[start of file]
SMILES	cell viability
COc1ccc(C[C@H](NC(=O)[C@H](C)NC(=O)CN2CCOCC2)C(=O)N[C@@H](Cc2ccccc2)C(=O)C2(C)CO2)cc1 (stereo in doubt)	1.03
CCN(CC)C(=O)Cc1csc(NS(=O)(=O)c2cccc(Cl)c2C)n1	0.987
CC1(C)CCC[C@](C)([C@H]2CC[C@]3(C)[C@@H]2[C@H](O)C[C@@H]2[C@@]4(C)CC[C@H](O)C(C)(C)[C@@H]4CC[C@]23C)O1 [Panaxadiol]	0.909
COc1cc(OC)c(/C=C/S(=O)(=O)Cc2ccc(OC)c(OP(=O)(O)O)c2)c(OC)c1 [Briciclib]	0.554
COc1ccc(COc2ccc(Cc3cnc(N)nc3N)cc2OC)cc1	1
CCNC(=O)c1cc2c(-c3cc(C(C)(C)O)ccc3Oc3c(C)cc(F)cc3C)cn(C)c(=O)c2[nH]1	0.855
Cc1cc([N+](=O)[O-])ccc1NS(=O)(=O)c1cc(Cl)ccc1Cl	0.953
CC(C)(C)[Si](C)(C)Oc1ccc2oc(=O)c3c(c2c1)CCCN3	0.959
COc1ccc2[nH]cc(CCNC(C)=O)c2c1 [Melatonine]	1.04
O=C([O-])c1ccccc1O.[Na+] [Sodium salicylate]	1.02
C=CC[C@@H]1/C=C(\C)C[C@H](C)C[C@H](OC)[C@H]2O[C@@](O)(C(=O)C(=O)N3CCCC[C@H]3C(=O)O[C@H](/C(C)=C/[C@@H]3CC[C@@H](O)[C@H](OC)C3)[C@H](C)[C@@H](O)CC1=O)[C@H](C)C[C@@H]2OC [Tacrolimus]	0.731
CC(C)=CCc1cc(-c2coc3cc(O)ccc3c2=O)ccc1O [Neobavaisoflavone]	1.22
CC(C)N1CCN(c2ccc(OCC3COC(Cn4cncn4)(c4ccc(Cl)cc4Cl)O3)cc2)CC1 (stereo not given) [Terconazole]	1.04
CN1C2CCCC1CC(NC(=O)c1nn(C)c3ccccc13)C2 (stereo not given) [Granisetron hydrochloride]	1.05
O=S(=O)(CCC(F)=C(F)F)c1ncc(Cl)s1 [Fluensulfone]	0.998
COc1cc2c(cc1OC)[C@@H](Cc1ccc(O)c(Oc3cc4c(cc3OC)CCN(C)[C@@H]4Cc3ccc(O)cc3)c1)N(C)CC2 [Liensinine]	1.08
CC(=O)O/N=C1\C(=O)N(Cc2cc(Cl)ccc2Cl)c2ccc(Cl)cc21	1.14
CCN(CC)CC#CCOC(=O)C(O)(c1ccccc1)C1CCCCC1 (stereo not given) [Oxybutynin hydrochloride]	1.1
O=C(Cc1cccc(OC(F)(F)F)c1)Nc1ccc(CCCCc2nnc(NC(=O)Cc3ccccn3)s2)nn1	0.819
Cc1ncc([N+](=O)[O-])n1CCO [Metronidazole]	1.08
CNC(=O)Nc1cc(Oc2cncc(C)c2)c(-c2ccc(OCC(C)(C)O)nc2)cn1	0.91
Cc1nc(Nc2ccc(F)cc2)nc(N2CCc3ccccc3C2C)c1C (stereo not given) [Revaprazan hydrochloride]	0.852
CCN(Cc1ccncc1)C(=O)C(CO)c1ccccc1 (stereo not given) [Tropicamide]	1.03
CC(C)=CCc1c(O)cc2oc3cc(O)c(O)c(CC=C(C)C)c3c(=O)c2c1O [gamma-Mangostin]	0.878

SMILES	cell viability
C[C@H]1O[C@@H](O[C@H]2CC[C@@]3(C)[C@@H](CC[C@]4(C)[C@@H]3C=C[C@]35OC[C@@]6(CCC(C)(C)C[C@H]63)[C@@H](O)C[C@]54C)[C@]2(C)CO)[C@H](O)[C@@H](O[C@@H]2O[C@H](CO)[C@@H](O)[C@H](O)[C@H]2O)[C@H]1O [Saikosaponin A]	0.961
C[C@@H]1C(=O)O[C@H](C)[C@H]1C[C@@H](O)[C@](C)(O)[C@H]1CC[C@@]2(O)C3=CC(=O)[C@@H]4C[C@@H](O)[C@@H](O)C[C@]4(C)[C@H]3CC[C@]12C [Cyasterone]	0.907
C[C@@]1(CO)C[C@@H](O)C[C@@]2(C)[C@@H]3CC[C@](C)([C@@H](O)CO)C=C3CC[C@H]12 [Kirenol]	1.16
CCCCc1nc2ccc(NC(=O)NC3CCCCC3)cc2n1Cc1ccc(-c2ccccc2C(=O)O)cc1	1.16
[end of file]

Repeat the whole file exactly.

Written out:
SMILES	cell viability
COc1ccc(C[C@H](NC(=O)[C@H](C)NC(=O)CN2CCOCC2)C(=O)N[C@@H](Cc2ccccc2)C(=O)C2(C)CO2)cc1 (stereo in doubt)	1.03
CCN(CC)C(=O)Cc1csc(NS(=O)(=O)c2cccc(Cl)c2C)n1	0.987
CC1(C)CCC[C@](C)([C@H]2CC[C@]3(C)[C@@H]2[C@H](O)C[C@@H]2[C@@]4(C)CC[C@H](O)C(C)(C)[C@@H]4CC[C@]23C)O1 [Panaxadiol]	0.909
COc1cc(OC)c(/C=C/S(=O)(=O)Cc2ccc(OC)c(OP(=O)(O)O)c2)c(OC)c1 [Briciclib]	0.554
COc1ccc(COc2ccc(Cc3cnc(N)nc3N)cc2OC)cc1	1
CCNC(=O)c1cc2c(-c3cc(C(C)(C)O)ccc3Oc3c(C)cc(F)cc3C)cn(C)c(=O)c2[nH]1	0.855
Cc1cc([N+](=O)[O-])ccc1NS(=O)(=O)c1cc(Cl)ccc1Cl	0.953
CC(C)(C)[Si](C)(C)Oc1ccc2oc(=O)c3c(c2c1)CCCN3	0.959
COc1ccc2[nH]cc(CCNC(C)=O)c2c1 [Melatonine]	1.04
O=C([O-])c1ccccc1O.[Na+] [Sodium salicylate]	1.02
C=CC[C@@H]1/C=C(\C)C[C@H](C)C[C@H](OC)[C@H]2O[C@@](O)(C(=O)C(=O)N3CCCC[C@H]3C(=O)O[C@H](/C(C)=C/[C@@H]3CC[C@@H](O)[C@H](OC)C3)[C@H](C)[C@@H](O)CC1=O)[C@H](C)C[C@@H]2OC [Tacrolimus]	0.731
CC(C)=CCc1cc(-c2coc3cc(O)ccc3c2=O)ccc1O [Neobavaisoflavone]	1.22
CC(C)N1CCN(c2ccc(OCC3COC(Cn4cncn4)(c4ccc(Cl)cc4Cl)O3)cc2)CC1 (stereo not given) [Terconazole]	1.04
CN1C2CCCC1CC(NC(=O)c1nn(C)c3ccccc13)C2 (stereo not given) [Granisetron hydrochloride]	1.05
O=S(=O)(CCC(F)=C(F)F)c1ncc(Cl)s1 [Fluensulfone]	0.998
COc1cc2c(cc1OC)[C@@H](Cc1ccc(O)c(Oc3cc4c(cc3OC)CCN(C)[C@@H]4Cc3ccc(O)cc3)c1)N(C)CC2 [Liensinine]	1.08
CC(=O)O/N=C1\C(=O)N(Cc2cc(Cl)ccc2Cl)c2ccc(Cl)cc21	1.14
CCN(CC)CC#CCOC(=O)C(O)(c1ccccc1)C1CCCCC1 (stereo not given) [Oxybutynin hydrochloride]	1.1
O=C(Cc1cccc(OC(F)(F)F)c1)Nc1ccc(CCCCc2nnc(NC(=O)Cc3ccccn3)s2)nn1	0.819
Cc1ncc([N+](=O)[O-])n1CCO [Metronidazole]	1.08
CNC(=O)Nc1cc(Oc2cncc(C)c2)c(-c2ccc(OCC(C)(C)O)nc2)cn1	0.91
Cc1nc(Nc2ccc(F)cc2)nc(N2CCc3ccccc3C2C)c1C (stereo not given) [Revaprazan hydrochloride]	0.852
CCN(Cc1ccncc1)C(=O)C(CO)c1ccccc1 (stereo not given) [Tropicamide]	1.03
CC(C)=CCc1c(O)cc2oc3cc(O)c(O)c(CC=C(C)C)c3c(=O)c2c1O [gamma-Mangostin]	0.878

SMILES	cell viability
C[C@H]1O[C@@H](O[C@H]2CC[C@@]3(C)[C@@H](CC[C@]4(C)[C@@H]3C=C[C@]35OC[C@@]6(CCC(C)(C)C[C@H]63)[C@@H](O)C[C@]54C)[C@]2(C)CO)[C@H](O)[C@@H](O[C@@H]2O[C@H](CO)[C@@H](O)[C@H](O)[C@H]2O)[C@H]1O [Saikosaponin A]	0.961
C[C@@H]1C(=O)O[C@H](C)[C@H]1C[C@@H](O)[C@](C)(O)[C@H]1CC[C@@]2(O)C3=CC(=O)[C@@H]4C[C@@H](O)[C@@H](O)C[C@]4(C)[C@H]3CC[C@]12C [Cyasterone]	0.907
C[C@@]1(CO)C[C@@H](O)C[C@@]2(C)[C@@H]3CC[C@](C)([C@@H](O)CO)C=C3CC[C@H]12 [Kirenol]	1.16
CCCCc1nc2ccc(NC(=O)NC3CCCCC3)cc2n1Cc1ccc(-c2ccccc2C(=O)O)cc1	1.16